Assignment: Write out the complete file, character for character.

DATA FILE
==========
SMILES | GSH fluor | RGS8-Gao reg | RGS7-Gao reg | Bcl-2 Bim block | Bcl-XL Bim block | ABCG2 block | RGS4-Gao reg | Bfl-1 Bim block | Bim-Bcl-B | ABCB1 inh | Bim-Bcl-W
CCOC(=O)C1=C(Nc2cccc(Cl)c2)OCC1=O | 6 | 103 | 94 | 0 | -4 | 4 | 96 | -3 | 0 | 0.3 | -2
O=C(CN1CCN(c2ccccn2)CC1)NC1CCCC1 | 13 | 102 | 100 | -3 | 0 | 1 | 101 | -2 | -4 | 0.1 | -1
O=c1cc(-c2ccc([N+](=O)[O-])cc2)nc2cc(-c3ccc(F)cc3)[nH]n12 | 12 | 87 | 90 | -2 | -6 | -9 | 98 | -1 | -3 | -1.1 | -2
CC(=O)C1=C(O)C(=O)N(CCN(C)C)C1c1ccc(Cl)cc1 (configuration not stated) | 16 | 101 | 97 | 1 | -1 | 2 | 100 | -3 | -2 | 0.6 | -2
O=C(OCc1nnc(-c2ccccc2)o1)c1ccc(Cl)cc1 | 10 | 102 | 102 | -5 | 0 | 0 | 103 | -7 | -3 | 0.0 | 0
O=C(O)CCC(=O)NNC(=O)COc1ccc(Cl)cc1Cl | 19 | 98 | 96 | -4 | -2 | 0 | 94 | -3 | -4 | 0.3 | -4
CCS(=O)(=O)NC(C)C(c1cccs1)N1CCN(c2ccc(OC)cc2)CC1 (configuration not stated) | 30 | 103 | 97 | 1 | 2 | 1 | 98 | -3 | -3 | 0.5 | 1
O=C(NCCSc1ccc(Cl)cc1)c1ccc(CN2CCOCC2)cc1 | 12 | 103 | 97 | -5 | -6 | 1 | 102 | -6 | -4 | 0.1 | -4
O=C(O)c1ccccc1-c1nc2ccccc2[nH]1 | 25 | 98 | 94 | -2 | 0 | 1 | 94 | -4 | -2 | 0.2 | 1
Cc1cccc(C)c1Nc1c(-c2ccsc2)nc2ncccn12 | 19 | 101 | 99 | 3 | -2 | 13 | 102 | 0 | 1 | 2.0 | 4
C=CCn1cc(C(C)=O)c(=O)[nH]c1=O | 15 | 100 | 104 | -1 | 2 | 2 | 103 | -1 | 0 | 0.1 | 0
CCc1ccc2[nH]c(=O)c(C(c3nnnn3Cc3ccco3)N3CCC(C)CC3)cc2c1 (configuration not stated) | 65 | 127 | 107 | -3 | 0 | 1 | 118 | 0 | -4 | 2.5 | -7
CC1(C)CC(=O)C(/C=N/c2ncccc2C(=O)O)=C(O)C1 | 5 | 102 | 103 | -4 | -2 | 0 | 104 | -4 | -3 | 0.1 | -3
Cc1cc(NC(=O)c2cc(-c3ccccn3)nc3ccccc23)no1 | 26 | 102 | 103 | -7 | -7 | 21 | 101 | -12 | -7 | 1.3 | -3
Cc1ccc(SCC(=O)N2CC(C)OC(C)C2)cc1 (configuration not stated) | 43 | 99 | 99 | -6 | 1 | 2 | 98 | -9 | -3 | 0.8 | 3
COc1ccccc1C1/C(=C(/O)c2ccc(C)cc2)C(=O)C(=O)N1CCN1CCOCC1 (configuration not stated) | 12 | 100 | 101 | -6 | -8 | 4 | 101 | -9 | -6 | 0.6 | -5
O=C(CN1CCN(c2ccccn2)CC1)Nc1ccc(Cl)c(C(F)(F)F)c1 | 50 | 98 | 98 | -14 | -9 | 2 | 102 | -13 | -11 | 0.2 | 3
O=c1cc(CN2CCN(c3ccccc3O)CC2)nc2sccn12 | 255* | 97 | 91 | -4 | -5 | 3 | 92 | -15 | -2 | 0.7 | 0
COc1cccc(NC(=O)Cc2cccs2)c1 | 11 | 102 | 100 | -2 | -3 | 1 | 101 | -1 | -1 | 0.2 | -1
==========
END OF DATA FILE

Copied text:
SMILES | GSH fluor | RGS8-Gao reg | RGS7-Gao reg | Bcl-2 Bim block | Bcl-XL Bim block | ABCG2 block | RGS4-Gao reg | Bfl-1 Bim block | Bim-Bcl-B | ABCB1 inh | Bim-Bcl-W
CCOC(=O)C1=C(Nc2cccc(Cl)c2)OCC1=O | 6 | 103 | 94 | 0 | -4 | 4 | 96 | -3 | 0 | 0.3 | -2
O=C(CN1CCN(c2ccccn2)CC1)NC1CCCC1 | 13 | 102 | 100 | -3 | 0 | 1 | 101 | -2 | -4 | 0.1 | -1
O=c1cc(-c2ccc([N+](=O)[O-])cc2)nc2cc(-c3ccc(F)cc3)[nH]n12 | 12 | 87 | 90 | -2 | -6 | -9 | 98 | -1 | -3 | -1.1 | -2
CC(=O)C1=C(O)C(=O)N(CCN(C)C)C1c1ccc(Cl)cc1 (configuration not stated) | 16 | 101 | 97 | 1 | -1 | 2 | 100 | -3 | -2 | 0.6 | -2
O=C(OCc1nnc(-c2ccccc2)o1)c1ccc(Cl)cc1 | 10 | 102 | 102 | -5 | 0 | 0 | 103 | -7 | -3 | 0.0 | 0
O=C(O)CCC(=O)NNC(=O)COc1ccc(Cl)cc1Cl | 19 | 98 | 96 | -4 | -2 | 0 | 94 | -3 | -4 | 0.3 | -4
CCS(=O)(=O)NC(C)C(c1cccs1)N1CCN(c2ccc(OC)cc2)CC1 (configuration not stated) | 30 | 103 | 97 | 1 | 2 | 1 | 98 | -3 | -3 | 0.5 | 1
O=C(NCCSc1ccc(Cl)cc1)c1ccc(CN2CCOCC2)cc1 | 12 | 103 | 97 | -5 | -6 | 1 | 102 | -6 | -4 | 0.1 | -4
O=C(O)c1ccccc1-c1nc2ccccc2[nH]1 | 25 | 98 | 94 | -2 | 0 | 1 | 94 | -4 | -2 | 0.2 | 1
Cc1cccc(C)c1Nc1c(-c2ccsc2)nc2ncccn12 | 19 | 101 | 99 | 3 | -2 | 13 | 102 | 0 | 1 | 2.0 | 4
C=CCn1cc(C(C)=O)c(=O)[nH]c1=O | 15 | 100 | 104 | -1 | 2 | 2 | 103 | -1 | 0 | 0.1 | 0
CCc1ccc2[nH]c(=O)c(C(c3nnnn3Cc3ccco3)N3CCC(C)CC3)cc2c1 (configuration not stated) | 65 | 127 | 107 | -3 | 0 | 1 | 118 | 0 | -4 | 2.5 | -7
CC1(C)CC(=O)C(/C=N/c2ncccc2C(=O)O)=C(O)C1 | 5 | 102 | 103 | -4 | -2 | 0 | 104 | -4 | -3 | 0.1 | -3
Cc1cc(NC(=O)c2cc(-c3ccccn3)nc3ccccc23)no1 | 26 | 102 | 103 | -7 | -7 | 21 | 101 | -12 | -7 | 1.3 | -3
Cc1ccc(SCC(=O)N2CC(C)OC(C)C2)cc1 (configuration not stated) | 43 | 99 | 99 | -6 | 1 | 2 | 98 | -9 | -3 | 0.8 | 3
COc1ccccc1C1/C(=C(/O)c2ccc(C)cc2)C(=O)C(=O)N1CCN1CCOCC1 (configuration not stated) | 12 | 100 | 101 | -6 | -8 | 4 | 101 | -9 | -6 | 0.6 | -5
O=C(CN1CCN(c2ccccn2)CC1)Nc1ccc(Cl)c(C(F)(F)F)c1 | 50 | 98 | 98 | -14 | -9 | 2 | 102 | -13 | -11 | 0.2 | 3
O=c1cc(CN2CCN(c3ccccc3O)CC2)nc2sccn12 | 255* | 97 | 91 | -4 | -5 | 3 | 92 | -15 | -2 | 0.7 | 0
COc1cccc(NC(=O)Cc2cccs2)c1 | 11 | 102 | 100 | -2 | -3 | 1 | 101 | -1 | -1 | 0.2 | -1